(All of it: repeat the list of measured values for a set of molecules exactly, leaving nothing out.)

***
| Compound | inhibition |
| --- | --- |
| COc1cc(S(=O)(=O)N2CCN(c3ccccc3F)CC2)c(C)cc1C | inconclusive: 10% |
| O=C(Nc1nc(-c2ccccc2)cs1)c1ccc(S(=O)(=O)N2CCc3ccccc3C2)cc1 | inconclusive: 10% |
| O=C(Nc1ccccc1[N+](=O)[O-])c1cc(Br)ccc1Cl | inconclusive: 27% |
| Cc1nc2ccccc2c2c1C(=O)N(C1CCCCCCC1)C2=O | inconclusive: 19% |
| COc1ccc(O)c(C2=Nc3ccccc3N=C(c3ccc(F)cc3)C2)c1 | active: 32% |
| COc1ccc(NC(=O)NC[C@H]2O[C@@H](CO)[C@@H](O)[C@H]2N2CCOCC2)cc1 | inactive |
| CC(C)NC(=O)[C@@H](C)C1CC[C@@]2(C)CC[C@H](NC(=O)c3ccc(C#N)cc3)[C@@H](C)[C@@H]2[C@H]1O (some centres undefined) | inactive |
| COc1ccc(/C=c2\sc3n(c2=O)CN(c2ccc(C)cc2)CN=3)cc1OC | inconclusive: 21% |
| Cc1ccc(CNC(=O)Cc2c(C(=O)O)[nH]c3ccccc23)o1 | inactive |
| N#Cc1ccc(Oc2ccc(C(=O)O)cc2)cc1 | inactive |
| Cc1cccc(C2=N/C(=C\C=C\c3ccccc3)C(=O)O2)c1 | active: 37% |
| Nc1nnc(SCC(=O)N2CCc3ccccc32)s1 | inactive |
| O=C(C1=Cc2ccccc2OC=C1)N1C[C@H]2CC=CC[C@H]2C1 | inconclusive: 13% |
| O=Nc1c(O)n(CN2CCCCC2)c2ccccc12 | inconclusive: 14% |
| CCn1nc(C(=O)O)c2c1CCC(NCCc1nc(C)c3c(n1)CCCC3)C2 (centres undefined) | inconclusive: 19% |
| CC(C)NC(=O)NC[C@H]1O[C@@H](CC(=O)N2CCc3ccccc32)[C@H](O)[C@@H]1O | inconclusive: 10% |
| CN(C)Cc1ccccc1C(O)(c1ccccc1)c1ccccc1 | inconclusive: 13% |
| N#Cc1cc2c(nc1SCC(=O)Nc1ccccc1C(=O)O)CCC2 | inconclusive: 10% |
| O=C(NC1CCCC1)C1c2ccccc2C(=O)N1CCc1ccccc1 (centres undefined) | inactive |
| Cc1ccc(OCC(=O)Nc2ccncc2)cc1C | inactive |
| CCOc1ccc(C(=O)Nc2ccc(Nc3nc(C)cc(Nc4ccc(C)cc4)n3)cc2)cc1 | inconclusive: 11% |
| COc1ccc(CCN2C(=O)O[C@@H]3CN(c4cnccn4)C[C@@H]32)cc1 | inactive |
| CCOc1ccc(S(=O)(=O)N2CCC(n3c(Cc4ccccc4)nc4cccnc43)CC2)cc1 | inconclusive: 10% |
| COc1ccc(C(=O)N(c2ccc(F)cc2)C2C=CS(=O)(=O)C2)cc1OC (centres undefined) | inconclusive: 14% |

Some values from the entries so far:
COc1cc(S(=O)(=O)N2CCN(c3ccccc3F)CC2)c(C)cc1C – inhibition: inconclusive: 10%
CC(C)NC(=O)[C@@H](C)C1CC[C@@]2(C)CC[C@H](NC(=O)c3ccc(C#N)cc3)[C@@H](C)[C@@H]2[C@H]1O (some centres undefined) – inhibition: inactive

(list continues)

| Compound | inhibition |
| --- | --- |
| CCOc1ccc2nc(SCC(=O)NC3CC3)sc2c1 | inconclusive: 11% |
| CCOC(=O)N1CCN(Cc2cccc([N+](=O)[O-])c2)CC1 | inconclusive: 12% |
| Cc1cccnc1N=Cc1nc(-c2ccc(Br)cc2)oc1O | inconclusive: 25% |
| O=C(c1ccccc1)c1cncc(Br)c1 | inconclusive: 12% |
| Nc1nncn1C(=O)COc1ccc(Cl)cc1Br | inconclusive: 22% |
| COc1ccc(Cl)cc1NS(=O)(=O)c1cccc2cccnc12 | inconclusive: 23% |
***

| Compound | inhibition |
| --- | --- |
| COc1cc(S(=O)(=O)N2CCN(c3ccccc3F)CC2)c(C)cc1C | inconclusive: 10% |
| O=C(Nc1nc(-c2ccccc2)cs1)c1ccc(S(=O)(=O)N2CCc3ccccc3C2)cc1 | inconclusive: 10% |
| O=C(Nc1ccccc1[N+](=O)[O-])c1cc(Br)ccc1Cl | inconclusive: 27% |
| Cc1nc2ccccc2c2c1C(=O)N(C1CCCCCCC1)C2=O | inconclusive: 19% |
| COc1ccc(O)c(C2=Nc3ccccc3N=C(c3ccc(F)cc3)C2)c1 | active: 32% |
| COc1ccc(NC(=O)NC[C@H]2O[C@@H](CO)[C@@H](O)[C@H]2N2CCOCC2)cc1 | inactive |
| CC(C)NC(=O)[C@@H](C)C1CC[C@@]2(C)CC[C@H](NC(=O)c3ccc(C#N)cc3)[C@@H](C)[C@@H]2[C@H]1O (some centres undefined) | inactive |
| COc1ccc(/C=c2\sc3n(c2=O)CN(c2ccc(C)cc2)CN=3)cc1OC | inconclusive: 21% |
| Cc1ccc(CNC(=O)Cc2c(C(=O)O)[nH]c3ccccc23)o1 | inactive |
| N#Cc1ccc(Oc2ccc(C(=O)O)cc2)cc1 | inactive |
| Cc1cccc(C2=N/C(=C\C=C\c3ccccc3)C(=O)O2)c1 | active: 37% |
| Nc1nnc(SCC(=O)N2CCc3ccccc32)s1 | inactive |
| O=C(C1=Cc2ccccc2OC=C1)N1C[C@H]2CC=CC[C@H]2C1 | inconclusive: 13% |
| O=Nc1c(O)n(CN2CCCCC2)c2ccccc12 | inconclusive: 14% |
| CCn1nc(C(=O)O)c2c1CCC(NCCc1nc(C)c3c(n1)CCCC3)C2 (centres undefined) | inconclusive: 19% |
| CC(C)NC(=O)NC[C@H]1O[C@@H](CC(=O)N2CCc3ccccc32)[C@H](O)[C@@H]1O | inconclusive: 10% |
| CN(C)Cc1ccccc1C(O)(c1ccccc1)c1ccccc1 | inconclusive: 13% |
| N#Cc1cc2c(nc1SCC(=O)Nc1ccccc1C(=O)O)CCC2 | inconclusive: 10% |
| O=C(NC1CCCC1)C1c2ccccc2C(=O)N1CCc1ccccc1 (centres undefined) | inactive |
| Cc1ccc(OCC(=O)Nc2ccncc2)cc1C | inactive |
| CCOc1ccc(C(=O)Nc2ccc(Nc3nc(C)cc(Nc4ccc(C)cc4)n3)cc2)cc1 | inconclusive: 11% |
| COc1ccc(CCN2C(=O)O[C@@H]3CN(c4cnccn4)C[C@@H]32)cc1 | inactive |
| CCOc1ccc(S(=O)(=O)N2CCC(n3c(Cc4ccccc4)nc4cccnc43)CC2)cc1 | inconclusive: 10% |
| COc1ccc(C(=O)N(c2ccc(F)cc2)C2C=CS(=O)(=O)C2)cc1OC (centres undefined) | inconclusive: 14% |

Some values from the entries so far:
COc1cc(S(=O)(=O)N2CCN(c3ccccc3F)CC2)c(C)cc1C – inhibition: inconclusive: 10%
CC(C)NC(=O)[C@@H](C)C1CC[C@@]2(C)CC[C@H](NC(=O)c3ccc(C#N)cc3)[C@@H](C)[C@@H]2[C@H]1O (some centres undefined) – inhibition: inactive

(list continues)

| Compound | inhibition |
| --- | --- |
| CCOc1ccc2nc(SCC(=O)NC3CC3)sc2c1 | inconclusive: 11% |
| CCOC(=O)N1CCN(Cc2cccc([N+](=O)[O-])c2)CC1 | inconclusive: 12% |
| Cc1cccnc1N=Cc1nc(-c2ccc(Br)cc2)oc1O | inconclusive: 25% |
| O=C(c1ccccc1)c1cncc(Br)c1 | inconclusive: 12% |
| Nc1nncn1C(=O)COc1ccc(Cl)cc1Br | inconclusive: 22% |
| COc1ccc(Cl)cc1NS(=O)(=O)c1cccc2cccnc12 | inconclusive: 23% |